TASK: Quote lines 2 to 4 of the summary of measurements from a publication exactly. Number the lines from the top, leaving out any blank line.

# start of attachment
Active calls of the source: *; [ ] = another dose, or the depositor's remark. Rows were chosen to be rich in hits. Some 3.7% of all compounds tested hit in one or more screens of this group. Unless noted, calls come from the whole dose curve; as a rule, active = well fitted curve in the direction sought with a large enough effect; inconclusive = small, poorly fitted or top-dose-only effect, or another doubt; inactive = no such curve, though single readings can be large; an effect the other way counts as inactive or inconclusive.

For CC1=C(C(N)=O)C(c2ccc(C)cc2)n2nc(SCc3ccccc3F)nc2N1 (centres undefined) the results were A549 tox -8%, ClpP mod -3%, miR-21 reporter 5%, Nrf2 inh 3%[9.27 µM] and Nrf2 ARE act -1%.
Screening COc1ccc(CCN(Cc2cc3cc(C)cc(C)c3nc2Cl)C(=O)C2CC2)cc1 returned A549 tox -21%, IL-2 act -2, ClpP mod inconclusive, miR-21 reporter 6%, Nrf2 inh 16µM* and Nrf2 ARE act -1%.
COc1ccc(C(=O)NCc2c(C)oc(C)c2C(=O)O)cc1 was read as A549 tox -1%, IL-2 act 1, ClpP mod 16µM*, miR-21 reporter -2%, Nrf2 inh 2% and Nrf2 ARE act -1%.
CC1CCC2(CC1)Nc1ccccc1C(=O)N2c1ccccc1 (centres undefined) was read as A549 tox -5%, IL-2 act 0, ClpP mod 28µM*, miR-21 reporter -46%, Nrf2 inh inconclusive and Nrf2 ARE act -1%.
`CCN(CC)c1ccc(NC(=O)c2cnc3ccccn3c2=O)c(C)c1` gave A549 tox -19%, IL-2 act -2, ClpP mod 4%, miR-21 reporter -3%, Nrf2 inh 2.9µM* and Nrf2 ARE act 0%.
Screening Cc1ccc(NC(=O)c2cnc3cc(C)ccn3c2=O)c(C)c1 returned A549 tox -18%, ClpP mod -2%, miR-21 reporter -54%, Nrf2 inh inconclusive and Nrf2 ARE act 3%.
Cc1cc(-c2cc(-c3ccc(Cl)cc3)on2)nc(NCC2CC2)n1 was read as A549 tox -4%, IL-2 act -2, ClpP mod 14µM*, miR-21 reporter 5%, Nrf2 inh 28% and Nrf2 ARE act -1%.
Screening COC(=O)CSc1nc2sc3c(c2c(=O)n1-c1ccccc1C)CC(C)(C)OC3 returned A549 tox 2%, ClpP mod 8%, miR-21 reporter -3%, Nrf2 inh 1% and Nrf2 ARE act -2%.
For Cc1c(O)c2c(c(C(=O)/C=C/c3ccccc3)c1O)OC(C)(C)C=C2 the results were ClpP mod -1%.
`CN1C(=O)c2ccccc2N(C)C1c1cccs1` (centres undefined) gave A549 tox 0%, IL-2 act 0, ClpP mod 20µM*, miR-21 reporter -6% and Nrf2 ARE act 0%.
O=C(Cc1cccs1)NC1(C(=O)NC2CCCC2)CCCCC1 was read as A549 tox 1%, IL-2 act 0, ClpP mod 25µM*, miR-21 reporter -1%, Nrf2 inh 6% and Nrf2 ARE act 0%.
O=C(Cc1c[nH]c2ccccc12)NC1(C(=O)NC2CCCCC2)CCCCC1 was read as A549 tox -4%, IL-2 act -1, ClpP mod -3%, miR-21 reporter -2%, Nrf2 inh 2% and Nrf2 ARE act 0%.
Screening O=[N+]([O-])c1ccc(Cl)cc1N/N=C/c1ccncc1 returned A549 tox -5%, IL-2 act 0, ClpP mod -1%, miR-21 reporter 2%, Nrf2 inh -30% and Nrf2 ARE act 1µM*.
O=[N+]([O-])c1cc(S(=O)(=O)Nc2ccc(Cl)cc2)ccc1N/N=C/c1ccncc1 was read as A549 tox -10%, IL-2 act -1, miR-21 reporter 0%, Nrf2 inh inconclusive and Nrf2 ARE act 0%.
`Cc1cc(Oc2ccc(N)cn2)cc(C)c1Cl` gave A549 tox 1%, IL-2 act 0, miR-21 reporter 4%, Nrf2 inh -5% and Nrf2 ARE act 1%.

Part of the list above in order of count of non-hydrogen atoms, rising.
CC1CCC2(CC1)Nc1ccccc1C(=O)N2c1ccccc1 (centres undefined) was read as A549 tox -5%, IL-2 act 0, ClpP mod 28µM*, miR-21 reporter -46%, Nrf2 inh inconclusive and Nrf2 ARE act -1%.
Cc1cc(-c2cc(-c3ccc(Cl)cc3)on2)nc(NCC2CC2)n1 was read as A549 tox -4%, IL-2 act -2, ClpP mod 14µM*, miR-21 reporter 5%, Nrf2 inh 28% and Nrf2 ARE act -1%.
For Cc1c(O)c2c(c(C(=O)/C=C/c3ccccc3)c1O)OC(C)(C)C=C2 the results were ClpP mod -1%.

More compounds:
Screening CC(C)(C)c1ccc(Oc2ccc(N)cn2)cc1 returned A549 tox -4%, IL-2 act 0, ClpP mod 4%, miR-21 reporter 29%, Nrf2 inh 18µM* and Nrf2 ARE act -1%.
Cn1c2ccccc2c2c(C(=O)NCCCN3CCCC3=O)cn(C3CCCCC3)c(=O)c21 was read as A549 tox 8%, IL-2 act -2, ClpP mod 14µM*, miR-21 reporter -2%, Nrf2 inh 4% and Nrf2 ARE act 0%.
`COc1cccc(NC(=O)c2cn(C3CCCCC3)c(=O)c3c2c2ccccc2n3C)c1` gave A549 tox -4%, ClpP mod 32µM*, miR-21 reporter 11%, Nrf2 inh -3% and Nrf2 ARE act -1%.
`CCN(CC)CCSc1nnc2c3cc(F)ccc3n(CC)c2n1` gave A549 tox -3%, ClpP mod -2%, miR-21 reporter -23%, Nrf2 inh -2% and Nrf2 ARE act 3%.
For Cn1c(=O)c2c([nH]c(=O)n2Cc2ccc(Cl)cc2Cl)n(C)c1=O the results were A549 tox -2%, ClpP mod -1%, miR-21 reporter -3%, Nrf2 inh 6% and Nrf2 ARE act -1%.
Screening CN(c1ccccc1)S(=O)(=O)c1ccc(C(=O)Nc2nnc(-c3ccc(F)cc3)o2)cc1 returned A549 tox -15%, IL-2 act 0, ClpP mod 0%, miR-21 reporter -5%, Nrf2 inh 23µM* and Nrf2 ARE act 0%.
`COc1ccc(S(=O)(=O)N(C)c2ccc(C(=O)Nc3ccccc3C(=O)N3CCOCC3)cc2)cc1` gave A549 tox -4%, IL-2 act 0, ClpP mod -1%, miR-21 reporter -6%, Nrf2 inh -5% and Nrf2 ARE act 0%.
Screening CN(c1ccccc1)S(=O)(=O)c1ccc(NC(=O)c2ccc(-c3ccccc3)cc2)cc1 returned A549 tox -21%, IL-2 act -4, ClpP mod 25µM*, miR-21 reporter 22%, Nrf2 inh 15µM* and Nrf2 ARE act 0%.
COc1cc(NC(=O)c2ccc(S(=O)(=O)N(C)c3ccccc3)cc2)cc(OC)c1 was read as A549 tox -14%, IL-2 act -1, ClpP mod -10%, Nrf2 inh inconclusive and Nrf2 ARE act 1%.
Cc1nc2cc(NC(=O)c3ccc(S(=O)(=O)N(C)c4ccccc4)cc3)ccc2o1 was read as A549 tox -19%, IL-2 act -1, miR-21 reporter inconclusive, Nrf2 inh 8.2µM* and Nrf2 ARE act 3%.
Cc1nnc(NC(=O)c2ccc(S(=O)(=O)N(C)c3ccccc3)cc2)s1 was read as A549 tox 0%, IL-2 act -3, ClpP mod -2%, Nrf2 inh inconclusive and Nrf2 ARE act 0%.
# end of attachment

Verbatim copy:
For CC1=C(C(N)=O)C(c2ccc(C)cc2)n2nc(SCc3ccccc3F)nc2N1 (centres undefined) the results were A549 tox -8%, ClpP mod -3%, miR-21 reporter 5%, Nrf2 inh 3%[9.27 µM] and Nrf2 ARE act -1%.
Screening COc1ccc(CCN(Cc2cc3cc(C)cc(C)c3nc2Cl)C(=O)C2CC2)cc1 returned A549 tox -21%, IL-2 act -2, ClpP mod inconclusive, miR-21 reporter 6%, Nrf2 inh 16µM* and Nrf2 ARE act -1%.
COc1ccc(C(=O)NCc2c(C)oc(C)c2C(=O)O)cc1 was read as A549 tox -1%, IL-2 act 1, ClpP mod 16µM*, miR-21 reporter -2%, Nrf2 inh 2% and Nrf2 ARE act -1%.